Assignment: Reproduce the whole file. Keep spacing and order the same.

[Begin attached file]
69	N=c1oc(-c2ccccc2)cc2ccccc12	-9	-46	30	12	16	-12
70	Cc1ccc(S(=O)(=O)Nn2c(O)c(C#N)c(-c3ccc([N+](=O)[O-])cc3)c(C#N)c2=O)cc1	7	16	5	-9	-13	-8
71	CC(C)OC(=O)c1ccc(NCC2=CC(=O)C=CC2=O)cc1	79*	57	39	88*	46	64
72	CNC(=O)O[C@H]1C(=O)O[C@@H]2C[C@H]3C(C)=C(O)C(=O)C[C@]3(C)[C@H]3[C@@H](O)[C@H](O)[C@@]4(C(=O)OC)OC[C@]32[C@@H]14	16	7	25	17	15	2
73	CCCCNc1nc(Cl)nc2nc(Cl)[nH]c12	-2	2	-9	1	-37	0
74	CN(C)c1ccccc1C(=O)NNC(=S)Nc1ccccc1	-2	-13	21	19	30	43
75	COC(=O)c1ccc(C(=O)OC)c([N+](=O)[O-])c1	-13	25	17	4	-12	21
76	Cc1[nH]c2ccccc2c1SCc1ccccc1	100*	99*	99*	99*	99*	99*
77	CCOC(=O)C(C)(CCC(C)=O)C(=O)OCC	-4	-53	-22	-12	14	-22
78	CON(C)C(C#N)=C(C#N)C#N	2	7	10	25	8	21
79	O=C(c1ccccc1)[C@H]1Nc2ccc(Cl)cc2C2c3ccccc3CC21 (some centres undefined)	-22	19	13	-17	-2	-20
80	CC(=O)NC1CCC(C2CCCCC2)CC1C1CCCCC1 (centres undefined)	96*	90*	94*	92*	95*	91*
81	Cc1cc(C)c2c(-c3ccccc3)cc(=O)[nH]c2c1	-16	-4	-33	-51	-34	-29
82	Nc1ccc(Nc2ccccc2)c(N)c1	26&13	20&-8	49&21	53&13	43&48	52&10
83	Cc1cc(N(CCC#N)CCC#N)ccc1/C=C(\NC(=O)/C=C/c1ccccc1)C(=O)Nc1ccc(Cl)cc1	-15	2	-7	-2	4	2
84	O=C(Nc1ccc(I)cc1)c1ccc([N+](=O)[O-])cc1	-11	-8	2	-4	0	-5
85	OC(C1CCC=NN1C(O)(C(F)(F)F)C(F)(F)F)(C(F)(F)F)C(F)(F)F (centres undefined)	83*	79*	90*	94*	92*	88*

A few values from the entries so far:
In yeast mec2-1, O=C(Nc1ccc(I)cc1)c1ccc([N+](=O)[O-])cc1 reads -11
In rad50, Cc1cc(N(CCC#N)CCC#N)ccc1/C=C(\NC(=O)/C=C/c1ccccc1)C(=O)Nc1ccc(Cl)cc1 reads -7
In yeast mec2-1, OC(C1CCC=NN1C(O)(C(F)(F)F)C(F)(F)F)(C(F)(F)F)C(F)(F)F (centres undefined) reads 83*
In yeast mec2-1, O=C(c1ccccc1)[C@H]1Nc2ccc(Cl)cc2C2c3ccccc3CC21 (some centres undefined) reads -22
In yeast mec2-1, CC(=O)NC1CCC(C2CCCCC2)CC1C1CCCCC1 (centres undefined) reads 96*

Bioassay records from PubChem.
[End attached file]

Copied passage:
69	N=c1oc(-c2ccccc2)cc2ccccc12	-9	-46	30	12	16	-12
70	Cc1ccc(S(=O)(=O)Nn2c(O)c(C#N)c(-c3ccc([N+](=O)[O-])cc3)c(C#N)c2=O)cc1	7	16	5	-9	-13	-8
71	CC(C)OC(=O)c1ccc(NCC2=CC(=O)C=CC2=O)cc1	79*	57	39	88*	46	64
72	CNC(=O)O[C@H]1C(=O)O[C@@H]2C[C@H]3C(C)=C(O)C(=O)C[C@]3(C)[C@H]3[C@@H](O)[C@H](O)[C@@]4(C(=O)OC)OC[C@]32[C@@H]14	16	7	25	17	15	2
73	CCCCNc1nc(Cl)nc2nc(Cl)[nH]c12	-2	2	-9	1	-37	0
74	CN(C)c1ccccc1C(=O)NNC(=S)Nc1ccccc1	-2	-13	21	19	30	43
75	COC(=O)c1ccc(C(=O)OC)c([N+](=O)[O-])c1	-13	25	17	4	-12	21
76	Cc1[nH]c2ccccc2c1SCc1ccccc1	100*	99*	99*	99*	99*	99*
77	CCOC(=O)C(C)(CCC(C)=O)C(=O)OCC	-4	-53	-22	-12	14	-22
78	CON(C)C(C#N)=C(C#N)C#N	2	7	10	25	8	21
79	O=C(c1ccccc1)[C@H]1Nc2ccc(Cl)cc2C2c3ccccc3CC21 (some centres undefined)	-22	19	13	-17	-2	-20
80	CC(=O)NC1CCC(C2CCCCC2)CC1C1CCCCC1 (centres undefined)	96*	90*	94*	92*	95*	91*
81	Cc1cc(C)c2c(-c3ccccc3)cc(=O)[nH]c2c1	-16	-4	-33	-51	-34	-29
82	Nc1ccc(Nc2ccccc2)c(N)c1	26&13	20&-8	49&21	53&13	43&48	52&10
83	Cc1cc(N(CCC#N)CCC#N)ccc1/C=C(\NC(=O)/C=C/c1ccccc1)C(=O)Nc1ccc(Cl)cc1	-15	2	-7	-2	4	2
84	O=C(Nc1ccc(I)cc1)c1ccc([N+](=O)[O-])cc1	-11	-8	2	-4	0	-5
85	OC(C1CCC=NN1C(O)(C(F)(F)F)C(F)(F)F)(C(F)(F)F)C(F)(F)F (centres undefined)	83*	79*	90*	94*	92*	88*

A few values from the entries so far:
In yeast mec2-1, O=C(Nc1ccc(I)cc1)c1ccc([N+](=O)[O-])cc1 reads -11
In rad50, Cc1cc(N(CCC#N)CCC#N)ccc1/C=C(\NC(=O)/C=C/c1ccccc1)C(=O)Nc1ccc(Cl)cc1 reads -7
In yeast mec2-1, OC(C1CCC=NN1C(O)(C(F)(F)F)C(F)(F)F)(C(F)(F)F)C(F)(F)F (centres undefined) reads 83*
In yeast mec2-1, O=C(c1ccccc1)[C@H]1Nc2ccc(Cl)cc2C2c3ccccc3CC21 (some centres undefined) reads -22
In yeast mec2-1, CC(=O)NC1CCC(C2CCCCC2)CC1C1CCCCC1 (centres undefined) reads 96*

Bioassay records from PubChem.